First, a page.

the one sign of life later in the show is the only moment where actual fans are allowed on by webcam, in a four way split screen. they’re yelling and excited and it’s unruly and it’s not really anything like the hills at all, it’s not subtle, but at least is something that feels like something that could be real, all these girls in their homemade tee-shirts, the older ones obviously drunk, the younger ones drunk on the excitement of being on TV.

in the player is my cover of “the modern age” by the strokes. i am going to continue to post strokes covers with some of my hills posts in order to make apparent their aesthetic resonances. for example, the lyrics to this song begin, “up on a hill.” how much more can these things have in common?

also, i just got a myspace and i have 0 friends. it’s sad. if you like the music, please add me.

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at first, i was really disappointed with this third episode of the season. the first scene with heidi and elodie was a clear example of why using dialogue for exposition is bad, especially when it’s rehashing what we’ve just seen thirty seconds prior in the scenes from last week. the scene was just this blah blah motormouth junk; weird cuts, overlapping voices, et cetera. not really appealing at all.

yet there was interest even in the junk, in one of those weird meta-reality moments that gently strokes the fourth wall of the show. like, during this rush of boring dialogue, heidi mentions in passing spencer’s hollywood sign and elodie says “you don’t know he spraypainted on the wall”. she doesn’t say, “didn’t i tell you that he spraypainted on the wall?”, she says “you don’t know?” as if elodie, instead of heidi’s friend, is someone who watches the hills and happened to miss the season premiere, and so has to be caught up.

but on the whole, the episode seemed so compressed and rushed. the form of the show is obvious if you pay attention – series of establishing shots, scene plays out, overlapping music that hints either lyrically or musically or both at the emotional core of either previous scene or next scene (technique taken from ‘real world’ 101 and refined to aesthetic perfection) over series of establishing shots of next scene, repeat, repeat, repeat, repeat…closing shots of hollywood hills. usually the technique is so good that this form becomes near transparent, like shrink wrap around evian. but there were so many short scenes today that the music and arhythmic editing really became overwhelming. the editing didn’t feel like it was, for the most part, being done for continuity or for natural rhythm, but to try to force a quicker rhythm on the scenes than they could accommodate, resulting in things feeling choppy and disjointed.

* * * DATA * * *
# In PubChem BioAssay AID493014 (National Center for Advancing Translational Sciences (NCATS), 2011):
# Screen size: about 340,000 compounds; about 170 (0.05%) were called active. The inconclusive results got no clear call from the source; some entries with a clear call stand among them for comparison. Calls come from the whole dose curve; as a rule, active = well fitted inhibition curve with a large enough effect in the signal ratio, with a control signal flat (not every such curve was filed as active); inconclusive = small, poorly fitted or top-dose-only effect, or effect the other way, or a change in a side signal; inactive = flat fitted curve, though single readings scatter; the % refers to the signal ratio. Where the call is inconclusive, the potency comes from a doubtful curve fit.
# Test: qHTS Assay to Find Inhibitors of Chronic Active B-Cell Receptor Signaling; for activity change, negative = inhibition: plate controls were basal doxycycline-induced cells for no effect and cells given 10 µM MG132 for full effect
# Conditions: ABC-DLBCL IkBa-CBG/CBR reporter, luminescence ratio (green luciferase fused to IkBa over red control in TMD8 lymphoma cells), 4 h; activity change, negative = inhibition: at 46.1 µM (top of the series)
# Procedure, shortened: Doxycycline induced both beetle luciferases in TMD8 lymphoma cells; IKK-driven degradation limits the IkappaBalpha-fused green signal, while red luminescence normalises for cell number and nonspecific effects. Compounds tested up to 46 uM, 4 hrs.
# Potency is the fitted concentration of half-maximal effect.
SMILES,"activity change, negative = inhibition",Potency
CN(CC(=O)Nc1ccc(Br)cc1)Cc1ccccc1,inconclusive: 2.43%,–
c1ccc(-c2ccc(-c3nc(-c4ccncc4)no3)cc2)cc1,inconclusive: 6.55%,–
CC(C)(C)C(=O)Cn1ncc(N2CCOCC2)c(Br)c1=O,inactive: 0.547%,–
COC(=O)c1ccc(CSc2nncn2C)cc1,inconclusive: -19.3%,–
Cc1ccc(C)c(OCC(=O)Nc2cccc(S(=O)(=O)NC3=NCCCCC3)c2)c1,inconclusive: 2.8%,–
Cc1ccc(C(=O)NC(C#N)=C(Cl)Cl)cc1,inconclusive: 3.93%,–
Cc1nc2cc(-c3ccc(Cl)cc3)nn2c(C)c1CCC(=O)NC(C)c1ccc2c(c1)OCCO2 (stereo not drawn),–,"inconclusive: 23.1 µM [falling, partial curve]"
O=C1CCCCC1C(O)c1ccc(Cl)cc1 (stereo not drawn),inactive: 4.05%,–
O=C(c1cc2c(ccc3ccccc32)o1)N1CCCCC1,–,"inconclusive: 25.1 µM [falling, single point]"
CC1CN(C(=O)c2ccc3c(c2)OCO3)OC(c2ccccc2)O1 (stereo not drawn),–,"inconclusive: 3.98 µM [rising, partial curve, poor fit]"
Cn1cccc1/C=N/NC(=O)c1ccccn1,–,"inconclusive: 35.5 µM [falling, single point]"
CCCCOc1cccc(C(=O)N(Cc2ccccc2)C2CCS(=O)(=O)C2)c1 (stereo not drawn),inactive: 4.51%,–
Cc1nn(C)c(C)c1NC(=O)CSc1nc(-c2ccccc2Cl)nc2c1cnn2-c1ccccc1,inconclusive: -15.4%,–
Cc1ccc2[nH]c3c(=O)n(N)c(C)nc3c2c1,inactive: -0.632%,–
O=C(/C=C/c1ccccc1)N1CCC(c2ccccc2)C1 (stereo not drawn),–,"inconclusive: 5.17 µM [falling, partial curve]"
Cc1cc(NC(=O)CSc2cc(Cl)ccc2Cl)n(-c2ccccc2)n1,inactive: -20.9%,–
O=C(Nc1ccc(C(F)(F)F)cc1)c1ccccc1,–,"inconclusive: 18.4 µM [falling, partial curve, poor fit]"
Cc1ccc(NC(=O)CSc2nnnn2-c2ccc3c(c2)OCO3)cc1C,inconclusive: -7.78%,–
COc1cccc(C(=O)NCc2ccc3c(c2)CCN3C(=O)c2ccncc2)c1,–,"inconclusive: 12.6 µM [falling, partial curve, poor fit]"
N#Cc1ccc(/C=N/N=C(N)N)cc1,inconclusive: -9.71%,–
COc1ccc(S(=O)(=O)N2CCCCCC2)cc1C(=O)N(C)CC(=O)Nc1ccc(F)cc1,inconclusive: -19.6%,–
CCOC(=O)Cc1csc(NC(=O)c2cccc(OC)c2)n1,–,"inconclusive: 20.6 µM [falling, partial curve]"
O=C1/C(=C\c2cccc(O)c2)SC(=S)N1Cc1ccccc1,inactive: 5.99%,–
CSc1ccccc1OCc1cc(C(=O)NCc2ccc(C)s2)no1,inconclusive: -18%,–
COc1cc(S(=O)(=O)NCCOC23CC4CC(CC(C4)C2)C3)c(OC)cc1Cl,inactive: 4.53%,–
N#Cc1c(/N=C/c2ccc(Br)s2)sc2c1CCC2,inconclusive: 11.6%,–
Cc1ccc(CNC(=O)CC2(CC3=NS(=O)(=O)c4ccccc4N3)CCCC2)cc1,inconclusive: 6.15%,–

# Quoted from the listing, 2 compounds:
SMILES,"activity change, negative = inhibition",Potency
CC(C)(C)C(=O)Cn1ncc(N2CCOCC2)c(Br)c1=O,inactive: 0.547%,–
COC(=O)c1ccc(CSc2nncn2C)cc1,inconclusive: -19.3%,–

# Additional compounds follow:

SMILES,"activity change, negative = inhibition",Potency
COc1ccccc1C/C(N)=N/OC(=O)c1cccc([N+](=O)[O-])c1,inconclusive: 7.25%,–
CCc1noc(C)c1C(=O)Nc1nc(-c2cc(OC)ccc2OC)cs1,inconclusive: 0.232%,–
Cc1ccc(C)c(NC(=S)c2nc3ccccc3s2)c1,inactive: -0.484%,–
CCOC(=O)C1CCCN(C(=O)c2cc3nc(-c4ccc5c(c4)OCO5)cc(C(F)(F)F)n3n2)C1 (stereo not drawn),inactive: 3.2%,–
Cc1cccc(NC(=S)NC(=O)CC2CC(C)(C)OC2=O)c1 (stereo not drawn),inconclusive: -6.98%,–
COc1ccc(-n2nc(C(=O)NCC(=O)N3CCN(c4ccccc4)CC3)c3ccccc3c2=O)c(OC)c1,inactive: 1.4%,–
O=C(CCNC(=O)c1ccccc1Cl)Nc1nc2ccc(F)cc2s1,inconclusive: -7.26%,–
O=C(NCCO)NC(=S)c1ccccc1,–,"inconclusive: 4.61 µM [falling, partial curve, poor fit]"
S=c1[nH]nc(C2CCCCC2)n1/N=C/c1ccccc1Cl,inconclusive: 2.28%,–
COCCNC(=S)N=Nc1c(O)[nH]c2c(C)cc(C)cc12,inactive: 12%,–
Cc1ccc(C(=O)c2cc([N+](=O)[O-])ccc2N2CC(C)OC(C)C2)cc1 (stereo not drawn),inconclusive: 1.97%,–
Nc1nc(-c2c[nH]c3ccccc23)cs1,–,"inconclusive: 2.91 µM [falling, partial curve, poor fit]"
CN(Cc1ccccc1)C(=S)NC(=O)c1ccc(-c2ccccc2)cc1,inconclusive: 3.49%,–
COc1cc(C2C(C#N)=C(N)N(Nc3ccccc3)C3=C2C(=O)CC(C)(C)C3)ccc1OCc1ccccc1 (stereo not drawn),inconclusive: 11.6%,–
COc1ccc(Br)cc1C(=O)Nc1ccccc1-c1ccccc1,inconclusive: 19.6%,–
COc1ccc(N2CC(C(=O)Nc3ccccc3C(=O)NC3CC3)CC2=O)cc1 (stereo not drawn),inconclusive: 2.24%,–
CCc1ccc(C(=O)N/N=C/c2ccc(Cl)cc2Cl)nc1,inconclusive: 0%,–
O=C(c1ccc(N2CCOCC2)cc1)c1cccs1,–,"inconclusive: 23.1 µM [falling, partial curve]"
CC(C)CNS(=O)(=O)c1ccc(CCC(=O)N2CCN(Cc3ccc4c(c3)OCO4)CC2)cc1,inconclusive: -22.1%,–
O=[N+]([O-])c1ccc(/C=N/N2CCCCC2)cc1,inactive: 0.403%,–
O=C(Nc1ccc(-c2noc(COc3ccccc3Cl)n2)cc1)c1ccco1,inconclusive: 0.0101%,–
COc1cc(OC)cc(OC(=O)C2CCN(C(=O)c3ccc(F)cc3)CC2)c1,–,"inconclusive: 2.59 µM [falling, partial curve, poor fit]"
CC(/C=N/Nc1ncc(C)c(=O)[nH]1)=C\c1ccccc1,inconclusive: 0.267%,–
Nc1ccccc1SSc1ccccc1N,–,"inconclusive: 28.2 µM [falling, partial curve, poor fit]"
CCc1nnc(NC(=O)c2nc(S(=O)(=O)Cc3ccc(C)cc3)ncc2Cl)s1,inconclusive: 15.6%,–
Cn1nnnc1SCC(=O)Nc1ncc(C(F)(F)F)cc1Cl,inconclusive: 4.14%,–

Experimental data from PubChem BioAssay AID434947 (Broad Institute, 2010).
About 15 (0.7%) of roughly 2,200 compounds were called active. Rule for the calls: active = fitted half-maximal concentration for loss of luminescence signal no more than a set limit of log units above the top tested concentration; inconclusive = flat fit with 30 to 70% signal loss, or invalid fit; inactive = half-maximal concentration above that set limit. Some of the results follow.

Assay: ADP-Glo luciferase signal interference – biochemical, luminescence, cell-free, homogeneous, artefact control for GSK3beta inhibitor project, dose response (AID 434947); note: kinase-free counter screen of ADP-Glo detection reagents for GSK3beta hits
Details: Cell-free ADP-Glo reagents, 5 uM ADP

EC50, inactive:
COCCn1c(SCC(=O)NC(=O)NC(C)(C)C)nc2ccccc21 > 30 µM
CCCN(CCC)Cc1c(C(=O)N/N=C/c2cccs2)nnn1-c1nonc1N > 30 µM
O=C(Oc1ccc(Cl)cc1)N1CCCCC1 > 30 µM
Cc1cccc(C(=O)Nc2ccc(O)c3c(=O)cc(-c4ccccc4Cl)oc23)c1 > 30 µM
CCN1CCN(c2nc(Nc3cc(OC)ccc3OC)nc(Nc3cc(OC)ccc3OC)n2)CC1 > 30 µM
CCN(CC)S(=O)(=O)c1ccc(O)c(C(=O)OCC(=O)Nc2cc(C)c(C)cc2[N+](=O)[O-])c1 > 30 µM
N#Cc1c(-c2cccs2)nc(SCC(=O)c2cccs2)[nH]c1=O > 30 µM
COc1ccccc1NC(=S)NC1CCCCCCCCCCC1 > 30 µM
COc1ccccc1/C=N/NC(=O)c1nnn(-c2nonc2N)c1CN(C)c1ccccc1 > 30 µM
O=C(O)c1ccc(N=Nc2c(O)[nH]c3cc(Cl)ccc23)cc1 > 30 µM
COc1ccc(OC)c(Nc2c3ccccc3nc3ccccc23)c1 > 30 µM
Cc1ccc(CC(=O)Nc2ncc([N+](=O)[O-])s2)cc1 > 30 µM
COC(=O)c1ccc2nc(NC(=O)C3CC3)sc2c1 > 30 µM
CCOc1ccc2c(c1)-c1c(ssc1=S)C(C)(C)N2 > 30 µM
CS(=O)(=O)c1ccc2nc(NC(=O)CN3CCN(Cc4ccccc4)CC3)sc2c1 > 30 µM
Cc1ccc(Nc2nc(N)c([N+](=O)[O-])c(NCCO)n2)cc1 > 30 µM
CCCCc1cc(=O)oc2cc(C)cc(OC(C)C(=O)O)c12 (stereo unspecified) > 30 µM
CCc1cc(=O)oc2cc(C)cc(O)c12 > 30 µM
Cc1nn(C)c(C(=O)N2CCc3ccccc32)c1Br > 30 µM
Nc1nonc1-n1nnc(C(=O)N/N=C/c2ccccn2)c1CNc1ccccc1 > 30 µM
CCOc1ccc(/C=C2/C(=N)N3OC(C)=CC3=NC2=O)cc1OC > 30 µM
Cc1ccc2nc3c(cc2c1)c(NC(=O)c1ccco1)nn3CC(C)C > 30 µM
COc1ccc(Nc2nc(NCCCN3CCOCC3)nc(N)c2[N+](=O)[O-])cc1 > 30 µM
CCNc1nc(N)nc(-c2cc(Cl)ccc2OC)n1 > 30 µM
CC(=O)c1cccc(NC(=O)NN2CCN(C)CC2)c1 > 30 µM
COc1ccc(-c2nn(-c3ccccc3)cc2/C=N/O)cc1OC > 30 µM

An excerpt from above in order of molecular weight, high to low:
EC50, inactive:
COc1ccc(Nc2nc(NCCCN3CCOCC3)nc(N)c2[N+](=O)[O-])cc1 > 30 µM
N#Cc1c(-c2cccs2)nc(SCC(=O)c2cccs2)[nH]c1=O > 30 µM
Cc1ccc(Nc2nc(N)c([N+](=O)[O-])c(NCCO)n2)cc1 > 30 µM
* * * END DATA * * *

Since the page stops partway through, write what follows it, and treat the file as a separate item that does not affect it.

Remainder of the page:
besides being rushed, the episode focused on the machinations of a minor character (i like audrina, but she’s not there yet) and her boyfriend who nobody gives a shit about besides l.c.. if this was the attempt to set out audrina as a sort of third lead who can carry an episode, on the level of heidi or l.c., sorry, she’s not there yet. there were exactly two great parts to this episode that are things that are exemplary of the things that make the hills better than anything else.

1. two brief shots of lauren’s face at the dinner where justin-bobby is such an asshole. they happen right when he’s making his beery joke about how he really wants to date lauren and is just using audrina to get to her. there’s this pregnant pause and the camera cuts from a medium two shot of justin-bobby and audrina to a close-up of lauren. and her eyes kind of bop over from j.b. to audrina and then bounce back a little from the effort, as if to kind of say “what is this crap, audrina? i told you i was right about him, what an asshole, etc.” so then the camera cuts back to the couple and audrina bursts the bubble of the joke and says like “you’re such an asshole” and he does his “i am greasy but in a slightly attractive kind of way” laugh. the camera cuts back to lauren, same angle as before. and this time, her eyes hold for a second and then fall to the table, as if to say “could anyone seriously love me? what’s my problem?” it’s loneliness, it’s vulnerability, it’s worry about the future, and it’s all in this little movement of her eye.

2. the tiny, incredible scene with heidi painting over the hollywood mural in the apartment. this is the hills following the rules of drama to great effect; using action to define and advance character.